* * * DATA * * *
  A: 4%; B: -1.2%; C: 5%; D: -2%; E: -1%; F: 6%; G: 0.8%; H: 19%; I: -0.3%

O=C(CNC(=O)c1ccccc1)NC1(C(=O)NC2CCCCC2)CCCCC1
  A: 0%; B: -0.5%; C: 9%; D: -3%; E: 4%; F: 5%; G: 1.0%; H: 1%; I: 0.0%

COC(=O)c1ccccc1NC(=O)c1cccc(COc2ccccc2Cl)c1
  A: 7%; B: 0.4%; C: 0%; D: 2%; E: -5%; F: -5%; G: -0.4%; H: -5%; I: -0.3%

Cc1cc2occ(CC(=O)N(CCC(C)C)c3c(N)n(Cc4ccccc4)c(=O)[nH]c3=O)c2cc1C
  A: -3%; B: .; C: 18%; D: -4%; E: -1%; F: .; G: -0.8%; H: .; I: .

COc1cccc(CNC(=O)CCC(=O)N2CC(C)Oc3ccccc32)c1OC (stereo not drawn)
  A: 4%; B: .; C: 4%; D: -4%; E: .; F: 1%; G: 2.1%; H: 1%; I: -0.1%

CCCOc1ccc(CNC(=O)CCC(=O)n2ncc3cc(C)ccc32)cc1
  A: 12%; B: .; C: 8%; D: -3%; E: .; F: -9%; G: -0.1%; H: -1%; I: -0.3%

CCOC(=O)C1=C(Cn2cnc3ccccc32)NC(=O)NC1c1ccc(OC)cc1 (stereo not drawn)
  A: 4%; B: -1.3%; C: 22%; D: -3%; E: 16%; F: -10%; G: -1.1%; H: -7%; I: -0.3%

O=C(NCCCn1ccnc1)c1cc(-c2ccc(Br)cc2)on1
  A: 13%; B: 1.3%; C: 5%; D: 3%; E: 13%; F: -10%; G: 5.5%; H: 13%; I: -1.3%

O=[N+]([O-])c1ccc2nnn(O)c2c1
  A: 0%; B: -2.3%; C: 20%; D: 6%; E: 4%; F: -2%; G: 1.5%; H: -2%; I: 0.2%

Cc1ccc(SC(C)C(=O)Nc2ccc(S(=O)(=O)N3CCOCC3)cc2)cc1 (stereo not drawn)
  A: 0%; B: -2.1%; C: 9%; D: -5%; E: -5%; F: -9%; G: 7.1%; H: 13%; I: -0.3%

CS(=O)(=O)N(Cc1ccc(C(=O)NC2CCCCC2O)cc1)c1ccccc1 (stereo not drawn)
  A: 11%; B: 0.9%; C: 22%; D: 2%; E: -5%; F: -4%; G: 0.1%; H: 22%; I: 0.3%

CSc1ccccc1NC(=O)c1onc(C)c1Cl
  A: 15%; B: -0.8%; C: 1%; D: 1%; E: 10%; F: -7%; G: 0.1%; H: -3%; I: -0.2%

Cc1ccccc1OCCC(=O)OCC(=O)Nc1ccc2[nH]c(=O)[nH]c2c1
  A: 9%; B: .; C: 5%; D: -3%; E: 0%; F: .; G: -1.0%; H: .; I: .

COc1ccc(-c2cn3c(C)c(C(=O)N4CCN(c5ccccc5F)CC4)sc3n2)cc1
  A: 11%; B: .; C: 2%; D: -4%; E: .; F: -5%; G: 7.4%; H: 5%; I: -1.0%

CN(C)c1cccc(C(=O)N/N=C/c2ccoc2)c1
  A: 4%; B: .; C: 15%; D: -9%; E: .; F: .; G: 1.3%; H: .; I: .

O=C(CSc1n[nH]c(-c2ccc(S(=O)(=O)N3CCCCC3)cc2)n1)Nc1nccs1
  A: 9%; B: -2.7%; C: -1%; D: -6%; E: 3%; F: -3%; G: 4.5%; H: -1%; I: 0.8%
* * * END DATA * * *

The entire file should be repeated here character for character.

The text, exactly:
  A: 4%; B: -1.2%; C: 5%; D: -2%; E: -1%; F: 6%; G: 0.8%; H: 19%; I: -0.3%

O=C(CNC(=O)c1ccccc1)NC1(C(=O)NC2CCCCC2)CCCCC1
  A: 0%; B: -0.5%; C: 9%; D: -3%; E: 4%; F: 5%; G: 1.0%; H: 1%; I: 0.0%

COC(=O)c1ccccc1NC(=O)c1cccc(COc2ccccc2Cl)c1
  A: 7%; B: 0.4%; C: 0%; D: 2%; E: -5%; F: -5%; G: -0.4%; H: -5%; I: -0.3%

Cc1cc2occ(CC(=O)N(CCC(C)C)c3c(N)n(Cc4ccccc4)c(=O)[nH]c3=O)c2cc1C
  A: -3%; B: .; C: 18%; D: -4%; E: -1%; F: .; G: -0.8%; H: .; I: .

COc1cccc(CNC(=O)CCC(=O)N2CC(C)Oc3ccccc32)c1OC (stereo not drawn)
  A: 4%; B: .; C: 4%; D: -4%; E: .; F: 1%; G: 2.1%; H: 1%; I: -0.1%

CCCOc1ccc(CNC(=O)CCC(=O)n2ncc3cc(C)ccc32)cc1
  A: 12%; B: .; C: 8%; D: -3%; E: .; F: -9%; G: -0.1%; H: -1%; I: -0.3%

CCOC(=O)C1=C(Cn2cnc3ccccc32)NC(=O)NC1c1ccc(OC)cc1 (stereo not drawn)
  A: 4%; B: -1.3%; C: 22%; D: -3%; E: 16%; F: -10%; G: -1.1%; H: -7%; I: -0.3%

O=C(NCCCn1ccnc1)c1cc(-c2ccc(Br)cc2)on1
  A: 13%; B: 1.3%; C: 5%; D: 3%; E: 13%; F: -10%; G: 5.5%; H: 13%; I: -1.3%

O=[N+]([O-])c1ccc2nnn(O)c2c1
  A: 0%; B: -2.3%; C: 20%; D: 6%; E: 4%; F: -2%; G: 1.5%; H: -2%; I: 0.2%

Cc1ccc(SC(C)C(=O)Nc2ccc(S(=O)(=O)N3CCOCC3)cc2)cc1 (stereo not drawn)
  A: 0%; B: -2.1%; C: 9%; D: -5%; E: -5%; F: -9%; G: 7.1%; H: 13%; I: -0.3%

CS(=O)(=O)N(Cc1ccc(C(=O)NC2CCCCC2O)cc1)c1ccccc1 (stereo not drawn)
  A: 11%; B: 0.9%; C: 22%; D: 2%; E: -5%; F: -4%; G: 0.1%; H: 22%; I: 0.3%

CSc1ccccc1NC(=O)c1onc(C)c1Cl
  A: 15%; B: -0.8%; C: 1%; D: 1%; E: 10%; F: -7%; G: 0.1%; H: -3%; I: -0.2%

Cc1ccccc1OCCC(=O)OCC(=O)Nc1ccc2[nH]c(=O)[nH]c2c1
  A: 9%; B: .; C: 5%; D: -3%; E: 0%; F: .; G: -1.0%; H: .; I: .

COc1ccc(-c2cn3c(C)c(C(=O)N4CCN(c5ccccc5F)CC4)sc3n2)cc1
  A: 11%; B: .; C: 2%; D: -4%; E: .; F: -5%; G: 7.4%; H: 5%; I: -1.0%

CN(C)c1cccc(C(=O)N/N=C/c2ccoc2)c1
  A: 4%; B: .; C: 15%; D: -9%; E: .; F: .; G: 1.3%; H: .; I: .

O=C(CSc1n[nH]c(-c2ccc(S(=O)(=O)N3CCCCC3)cc2)n1)Nc1nccs1
  A: 9%; B: -2.7%; C: -1%; D: -6%; E: 3%; F: -3%; G: 4.5%; H: -1%; I: 0.8%